PHOENIX — The Arizona Medical Board put patients at risk by failing to
properly conduct background investigations on doctors applying for licenses
after its executive director told staff to streamline the process in violation
of the law, according to a new report.
The report from the independent Arizona Ombudsman-Citizens’ Aide released
Wednesday substantiated 19 of 20 allegations brought by current and former
employees and recommended that all physician licenses issued since September
2011 be reviewed by the state auditor.
The board issued a statement to The Arizona Republic saying it already made
changes to address the concerns.
“Any previous noncompliance of statutes and regulations under the direction of
the Executive Director … were addressed this year by the Board immediately.
The Arizona Medical Board continues to work diligently to ensure the Agency’s
Executive Director and Administration is in compliance with rules and
statutes,” said Dr. Gordi Khera, the board’s chairman.
Executive director Lisa Wynn was reprimanded but remains on the job. She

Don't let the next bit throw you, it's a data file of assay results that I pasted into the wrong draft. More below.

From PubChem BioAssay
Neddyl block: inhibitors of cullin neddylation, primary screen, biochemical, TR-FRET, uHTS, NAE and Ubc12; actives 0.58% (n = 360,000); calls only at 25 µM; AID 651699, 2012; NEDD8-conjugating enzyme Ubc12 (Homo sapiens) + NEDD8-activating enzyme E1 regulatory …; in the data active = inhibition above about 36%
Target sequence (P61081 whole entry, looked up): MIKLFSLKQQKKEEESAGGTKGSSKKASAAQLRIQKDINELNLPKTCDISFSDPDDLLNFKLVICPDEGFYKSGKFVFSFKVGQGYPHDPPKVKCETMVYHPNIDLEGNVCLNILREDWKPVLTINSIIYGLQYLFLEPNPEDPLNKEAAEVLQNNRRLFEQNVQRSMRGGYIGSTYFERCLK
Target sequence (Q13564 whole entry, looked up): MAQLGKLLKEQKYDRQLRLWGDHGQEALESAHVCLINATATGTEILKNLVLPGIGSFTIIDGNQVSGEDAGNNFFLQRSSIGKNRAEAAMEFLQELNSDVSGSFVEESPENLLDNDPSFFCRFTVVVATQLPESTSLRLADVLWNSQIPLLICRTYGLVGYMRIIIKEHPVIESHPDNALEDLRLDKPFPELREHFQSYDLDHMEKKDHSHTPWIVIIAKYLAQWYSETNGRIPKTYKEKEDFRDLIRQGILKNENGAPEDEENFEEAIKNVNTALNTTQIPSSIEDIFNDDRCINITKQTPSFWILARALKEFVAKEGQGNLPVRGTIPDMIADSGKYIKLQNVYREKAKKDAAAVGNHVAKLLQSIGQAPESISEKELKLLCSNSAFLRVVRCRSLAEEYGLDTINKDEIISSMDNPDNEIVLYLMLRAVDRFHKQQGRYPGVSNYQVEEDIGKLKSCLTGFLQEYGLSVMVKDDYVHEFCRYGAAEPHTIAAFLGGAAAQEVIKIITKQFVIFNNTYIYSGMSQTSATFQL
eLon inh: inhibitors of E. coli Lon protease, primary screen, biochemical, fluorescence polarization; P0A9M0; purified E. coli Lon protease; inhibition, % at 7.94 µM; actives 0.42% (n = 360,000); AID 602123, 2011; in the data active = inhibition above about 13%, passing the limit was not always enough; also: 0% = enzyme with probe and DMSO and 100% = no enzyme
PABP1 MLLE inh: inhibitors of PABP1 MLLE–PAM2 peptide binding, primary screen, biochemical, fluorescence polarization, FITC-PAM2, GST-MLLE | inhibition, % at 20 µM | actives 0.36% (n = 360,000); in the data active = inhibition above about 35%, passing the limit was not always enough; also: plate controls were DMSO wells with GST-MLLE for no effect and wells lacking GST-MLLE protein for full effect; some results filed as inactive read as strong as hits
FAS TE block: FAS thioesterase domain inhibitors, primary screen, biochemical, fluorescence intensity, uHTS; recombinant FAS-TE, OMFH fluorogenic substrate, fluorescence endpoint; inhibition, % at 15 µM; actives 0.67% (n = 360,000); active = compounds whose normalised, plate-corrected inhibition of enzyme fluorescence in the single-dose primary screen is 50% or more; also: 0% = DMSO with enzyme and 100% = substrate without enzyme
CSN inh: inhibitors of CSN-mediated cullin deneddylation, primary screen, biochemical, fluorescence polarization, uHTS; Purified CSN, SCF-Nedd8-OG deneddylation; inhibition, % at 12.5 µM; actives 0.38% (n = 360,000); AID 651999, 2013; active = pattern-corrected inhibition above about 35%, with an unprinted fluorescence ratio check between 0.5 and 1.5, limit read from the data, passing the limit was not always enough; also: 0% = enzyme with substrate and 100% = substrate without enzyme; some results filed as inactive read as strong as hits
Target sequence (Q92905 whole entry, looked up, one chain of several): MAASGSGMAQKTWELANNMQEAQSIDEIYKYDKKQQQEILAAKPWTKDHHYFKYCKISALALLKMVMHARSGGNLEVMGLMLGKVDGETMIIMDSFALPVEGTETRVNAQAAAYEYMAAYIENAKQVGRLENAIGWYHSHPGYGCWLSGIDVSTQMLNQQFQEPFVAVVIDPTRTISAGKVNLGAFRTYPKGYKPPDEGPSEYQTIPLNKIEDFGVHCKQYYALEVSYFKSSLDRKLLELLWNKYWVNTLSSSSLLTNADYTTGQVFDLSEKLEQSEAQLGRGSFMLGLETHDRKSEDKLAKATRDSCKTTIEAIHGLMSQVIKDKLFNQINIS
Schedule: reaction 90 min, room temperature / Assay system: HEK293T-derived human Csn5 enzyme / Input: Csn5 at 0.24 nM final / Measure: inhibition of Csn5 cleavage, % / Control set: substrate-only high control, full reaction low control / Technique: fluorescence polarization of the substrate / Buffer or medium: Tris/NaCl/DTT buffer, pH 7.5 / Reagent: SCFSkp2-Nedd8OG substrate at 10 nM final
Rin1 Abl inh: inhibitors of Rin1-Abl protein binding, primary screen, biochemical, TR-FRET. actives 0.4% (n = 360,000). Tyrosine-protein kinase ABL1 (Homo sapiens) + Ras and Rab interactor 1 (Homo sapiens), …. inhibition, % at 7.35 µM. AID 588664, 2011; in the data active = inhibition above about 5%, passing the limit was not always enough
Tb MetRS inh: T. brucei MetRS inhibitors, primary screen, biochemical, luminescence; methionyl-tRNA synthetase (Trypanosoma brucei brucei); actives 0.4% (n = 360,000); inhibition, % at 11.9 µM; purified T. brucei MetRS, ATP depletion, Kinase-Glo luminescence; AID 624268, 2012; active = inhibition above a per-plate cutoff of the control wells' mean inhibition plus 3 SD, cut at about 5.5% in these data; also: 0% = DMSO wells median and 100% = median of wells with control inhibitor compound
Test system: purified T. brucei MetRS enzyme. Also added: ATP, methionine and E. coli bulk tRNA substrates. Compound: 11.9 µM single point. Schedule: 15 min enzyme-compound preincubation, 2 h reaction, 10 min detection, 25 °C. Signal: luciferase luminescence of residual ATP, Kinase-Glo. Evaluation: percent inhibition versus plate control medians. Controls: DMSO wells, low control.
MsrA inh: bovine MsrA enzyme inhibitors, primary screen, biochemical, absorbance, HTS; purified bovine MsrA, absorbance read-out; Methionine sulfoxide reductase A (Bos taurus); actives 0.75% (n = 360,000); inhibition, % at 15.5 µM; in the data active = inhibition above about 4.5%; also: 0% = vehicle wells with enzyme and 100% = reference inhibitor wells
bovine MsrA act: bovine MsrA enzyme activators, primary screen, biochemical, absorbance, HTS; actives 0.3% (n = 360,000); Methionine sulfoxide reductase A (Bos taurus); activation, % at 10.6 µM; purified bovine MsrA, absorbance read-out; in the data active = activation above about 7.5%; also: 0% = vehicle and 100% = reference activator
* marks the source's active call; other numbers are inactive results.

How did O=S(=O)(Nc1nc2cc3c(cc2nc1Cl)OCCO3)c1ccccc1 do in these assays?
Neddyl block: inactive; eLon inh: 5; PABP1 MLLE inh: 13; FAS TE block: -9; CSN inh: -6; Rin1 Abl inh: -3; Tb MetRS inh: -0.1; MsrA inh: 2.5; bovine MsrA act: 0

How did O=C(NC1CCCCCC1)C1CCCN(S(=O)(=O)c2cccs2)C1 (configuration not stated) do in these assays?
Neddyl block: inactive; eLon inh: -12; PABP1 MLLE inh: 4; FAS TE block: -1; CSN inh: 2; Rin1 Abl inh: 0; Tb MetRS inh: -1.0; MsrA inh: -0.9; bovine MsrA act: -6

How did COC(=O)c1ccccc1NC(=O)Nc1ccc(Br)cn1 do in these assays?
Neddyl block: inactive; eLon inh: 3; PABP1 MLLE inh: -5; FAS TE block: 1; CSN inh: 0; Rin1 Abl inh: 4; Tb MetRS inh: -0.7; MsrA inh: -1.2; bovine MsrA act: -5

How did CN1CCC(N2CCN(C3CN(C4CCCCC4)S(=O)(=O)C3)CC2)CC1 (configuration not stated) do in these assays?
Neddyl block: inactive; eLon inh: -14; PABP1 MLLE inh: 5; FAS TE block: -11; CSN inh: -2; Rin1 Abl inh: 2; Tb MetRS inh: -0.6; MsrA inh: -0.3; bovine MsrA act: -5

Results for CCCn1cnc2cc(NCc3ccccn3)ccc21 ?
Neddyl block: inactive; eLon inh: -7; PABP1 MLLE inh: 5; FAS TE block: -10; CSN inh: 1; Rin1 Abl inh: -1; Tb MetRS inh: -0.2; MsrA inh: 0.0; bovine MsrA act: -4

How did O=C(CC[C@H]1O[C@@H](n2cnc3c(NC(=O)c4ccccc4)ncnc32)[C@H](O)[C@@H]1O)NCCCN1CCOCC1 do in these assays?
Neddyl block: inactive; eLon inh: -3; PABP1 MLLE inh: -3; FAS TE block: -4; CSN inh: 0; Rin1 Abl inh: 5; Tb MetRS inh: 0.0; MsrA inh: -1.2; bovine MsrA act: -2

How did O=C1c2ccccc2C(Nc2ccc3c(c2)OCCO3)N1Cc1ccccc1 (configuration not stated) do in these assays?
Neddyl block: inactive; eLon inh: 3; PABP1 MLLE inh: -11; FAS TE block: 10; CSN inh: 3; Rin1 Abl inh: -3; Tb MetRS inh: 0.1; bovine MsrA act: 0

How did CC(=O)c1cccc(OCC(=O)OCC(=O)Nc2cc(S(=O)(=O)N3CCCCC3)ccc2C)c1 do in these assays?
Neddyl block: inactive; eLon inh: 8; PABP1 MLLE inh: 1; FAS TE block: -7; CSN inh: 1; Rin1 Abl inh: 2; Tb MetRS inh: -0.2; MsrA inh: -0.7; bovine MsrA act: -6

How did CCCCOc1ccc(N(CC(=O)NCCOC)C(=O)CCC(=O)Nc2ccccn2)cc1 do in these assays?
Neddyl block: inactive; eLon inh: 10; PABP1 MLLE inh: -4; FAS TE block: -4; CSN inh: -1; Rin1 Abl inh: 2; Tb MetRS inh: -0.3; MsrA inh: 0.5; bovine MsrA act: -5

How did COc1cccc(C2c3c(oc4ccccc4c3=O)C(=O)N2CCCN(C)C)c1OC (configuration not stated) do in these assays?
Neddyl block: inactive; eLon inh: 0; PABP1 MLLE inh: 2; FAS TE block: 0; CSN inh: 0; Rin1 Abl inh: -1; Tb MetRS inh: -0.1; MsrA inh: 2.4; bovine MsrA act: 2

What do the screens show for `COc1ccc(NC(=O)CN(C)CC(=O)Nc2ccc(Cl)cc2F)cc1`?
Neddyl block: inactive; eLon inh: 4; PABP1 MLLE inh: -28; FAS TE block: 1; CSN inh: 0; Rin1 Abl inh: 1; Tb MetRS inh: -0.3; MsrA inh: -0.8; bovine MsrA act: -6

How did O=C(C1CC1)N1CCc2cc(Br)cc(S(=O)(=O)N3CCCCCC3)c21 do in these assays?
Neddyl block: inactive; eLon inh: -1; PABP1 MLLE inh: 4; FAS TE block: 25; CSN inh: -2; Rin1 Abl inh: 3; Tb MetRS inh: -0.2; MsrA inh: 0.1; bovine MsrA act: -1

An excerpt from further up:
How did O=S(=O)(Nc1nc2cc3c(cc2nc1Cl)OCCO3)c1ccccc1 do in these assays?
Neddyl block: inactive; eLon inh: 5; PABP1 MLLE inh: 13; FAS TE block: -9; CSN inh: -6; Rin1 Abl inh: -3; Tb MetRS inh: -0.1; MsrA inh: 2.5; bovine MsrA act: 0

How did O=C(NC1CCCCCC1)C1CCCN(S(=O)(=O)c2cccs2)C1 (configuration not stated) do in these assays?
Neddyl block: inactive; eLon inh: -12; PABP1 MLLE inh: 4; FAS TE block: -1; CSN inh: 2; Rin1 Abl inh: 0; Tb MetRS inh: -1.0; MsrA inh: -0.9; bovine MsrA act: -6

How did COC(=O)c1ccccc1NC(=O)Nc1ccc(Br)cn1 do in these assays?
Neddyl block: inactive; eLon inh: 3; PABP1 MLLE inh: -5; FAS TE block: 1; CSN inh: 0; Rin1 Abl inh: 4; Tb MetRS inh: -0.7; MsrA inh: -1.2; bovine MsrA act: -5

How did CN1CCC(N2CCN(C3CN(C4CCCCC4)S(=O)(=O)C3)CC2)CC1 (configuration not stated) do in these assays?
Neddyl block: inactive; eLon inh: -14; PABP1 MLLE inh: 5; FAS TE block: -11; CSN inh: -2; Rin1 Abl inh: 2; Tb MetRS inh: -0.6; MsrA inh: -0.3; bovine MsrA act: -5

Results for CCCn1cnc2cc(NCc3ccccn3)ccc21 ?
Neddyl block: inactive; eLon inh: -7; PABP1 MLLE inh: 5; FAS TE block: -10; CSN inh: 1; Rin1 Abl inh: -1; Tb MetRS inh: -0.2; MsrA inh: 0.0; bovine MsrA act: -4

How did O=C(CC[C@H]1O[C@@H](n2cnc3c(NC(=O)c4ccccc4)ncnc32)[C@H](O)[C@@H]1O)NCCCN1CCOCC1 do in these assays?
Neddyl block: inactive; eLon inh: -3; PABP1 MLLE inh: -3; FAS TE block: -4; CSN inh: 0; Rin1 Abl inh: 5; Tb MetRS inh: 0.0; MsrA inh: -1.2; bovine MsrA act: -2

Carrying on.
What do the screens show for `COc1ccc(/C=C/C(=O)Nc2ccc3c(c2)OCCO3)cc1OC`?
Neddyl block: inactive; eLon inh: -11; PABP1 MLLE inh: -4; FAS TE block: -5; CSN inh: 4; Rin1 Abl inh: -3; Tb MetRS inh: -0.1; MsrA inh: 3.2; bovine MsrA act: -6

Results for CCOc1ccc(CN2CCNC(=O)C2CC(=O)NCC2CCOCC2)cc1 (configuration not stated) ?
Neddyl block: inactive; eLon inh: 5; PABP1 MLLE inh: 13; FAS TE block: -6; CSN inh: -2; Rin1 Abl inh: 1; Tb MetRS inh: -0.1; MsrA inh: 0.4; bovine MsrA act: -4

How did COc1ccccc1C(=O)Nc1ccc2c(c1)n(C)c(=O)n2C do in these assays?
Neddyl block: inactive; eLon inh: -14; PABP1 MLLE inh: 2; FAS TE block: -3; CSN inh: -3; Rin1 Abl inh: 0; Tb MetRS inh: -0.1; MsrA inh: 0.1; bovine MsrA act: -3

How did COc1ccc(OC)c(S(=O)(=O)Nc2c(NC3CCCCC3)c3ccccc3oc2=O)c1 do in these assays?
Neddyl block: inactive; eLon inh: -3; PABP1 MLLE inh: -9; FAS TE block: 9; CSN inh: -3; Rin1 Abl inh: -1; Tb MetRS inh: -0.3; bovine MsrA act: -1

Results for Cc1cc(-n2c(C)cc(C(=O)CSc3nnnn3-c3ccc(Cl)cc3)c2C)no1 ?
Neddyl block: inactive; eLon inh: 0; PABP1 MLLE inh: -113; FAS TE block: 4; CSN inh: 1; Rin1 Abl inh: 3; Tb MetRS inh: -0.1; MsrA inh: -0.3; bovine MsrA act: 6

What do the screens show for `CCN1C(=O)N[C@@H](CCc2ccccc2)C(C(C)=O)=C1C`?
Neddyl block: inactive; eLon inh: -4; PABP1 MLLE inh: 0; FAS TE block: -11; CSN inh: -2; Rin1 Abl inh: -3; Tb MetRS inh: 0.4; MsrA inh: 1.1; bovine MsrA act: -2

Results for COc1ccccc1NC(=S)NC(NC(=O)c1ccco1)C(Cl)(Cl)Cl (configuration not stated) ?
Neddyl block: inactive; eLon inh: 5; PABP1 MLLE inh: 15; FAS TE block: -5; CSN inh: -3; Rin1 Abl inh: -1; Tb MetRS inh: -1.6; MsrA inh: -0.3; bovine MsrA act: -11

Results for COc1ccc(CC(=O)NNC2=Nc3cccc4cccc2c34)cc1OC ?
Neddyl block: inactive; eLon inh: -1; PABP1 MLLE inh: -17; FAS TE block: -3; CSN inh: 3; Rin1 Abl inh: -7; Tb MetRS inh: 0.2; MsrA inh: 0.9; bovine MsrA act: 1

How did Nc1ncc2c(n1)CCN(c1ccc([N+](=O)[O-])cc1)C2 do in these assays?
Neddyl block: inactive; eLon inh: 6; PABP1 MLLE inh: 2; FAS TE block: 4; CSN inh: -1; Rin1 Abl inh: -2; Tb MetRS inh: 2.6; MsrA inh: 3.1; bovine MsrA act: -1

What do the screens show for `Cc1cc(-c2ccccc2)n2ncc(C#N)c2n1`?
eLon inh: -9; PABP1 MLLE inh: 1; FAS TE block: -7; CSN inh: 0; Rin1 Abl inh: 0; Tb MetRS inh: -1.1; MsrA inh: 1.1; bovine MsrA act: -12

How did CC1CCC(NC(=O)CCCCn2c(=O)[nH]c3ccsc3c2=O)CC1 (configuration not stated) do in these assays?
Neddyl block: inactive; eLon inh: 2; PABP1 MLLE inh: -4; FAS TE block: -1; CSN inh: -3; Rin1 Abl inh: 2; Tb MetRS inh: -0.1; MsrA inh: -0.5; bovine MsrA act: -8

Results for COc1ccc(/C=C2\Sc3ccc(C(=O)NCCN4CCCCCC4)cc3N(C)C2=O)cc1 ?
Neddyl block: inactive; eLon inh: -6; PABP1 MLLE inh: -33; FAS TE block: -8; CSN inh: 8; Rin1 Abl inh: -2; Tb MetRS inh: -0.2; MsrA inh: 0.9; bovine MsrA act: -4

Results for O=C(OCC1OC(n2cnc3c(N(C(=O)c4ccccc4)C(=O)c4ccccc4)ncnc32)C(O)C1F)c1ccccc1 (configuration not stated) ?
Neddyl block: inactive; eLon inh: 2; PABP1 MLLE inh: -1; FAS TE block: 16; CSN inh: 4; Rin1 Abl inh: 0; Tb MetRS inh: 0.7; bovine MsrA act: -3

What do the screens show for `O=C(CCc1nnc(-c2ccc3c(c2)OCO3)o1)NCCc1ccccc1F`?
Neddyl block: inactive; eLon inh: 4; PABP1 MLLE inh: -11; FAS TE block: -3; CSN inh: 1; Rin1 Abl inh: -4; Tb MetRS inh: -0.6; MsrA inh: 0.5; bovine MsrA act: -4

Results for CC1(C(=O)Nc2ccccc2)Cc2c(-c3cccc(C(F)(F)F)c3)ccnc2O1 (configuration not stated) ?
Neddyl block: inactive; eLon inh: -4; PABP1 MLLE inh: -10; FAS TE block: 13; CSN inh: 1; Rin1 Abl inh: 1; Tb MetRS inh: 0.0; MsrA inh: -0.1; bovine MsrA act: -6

declined comment, but in a response to the investigators said she intends to
comply “literally and explicitly” with all laws and administrative rules
regarding licensing procedures.
“I categorically reject, and will vigorously defend, any allegation that I
knowingly broke any law in the exercise of my discretion as ED,” she wrote in
The report said Wynn and the board’s former deputy director “acknowledged they
and the AMB had no legal authority to enact the expedited practices, but
The board under Wynn cut required background checks and instead used an online
search and didn’t require potential doctors to submit required documents for
review. One person interviewed by the board said that cuts made it “easier to
get a medical license than a driver’s license” in Arizona.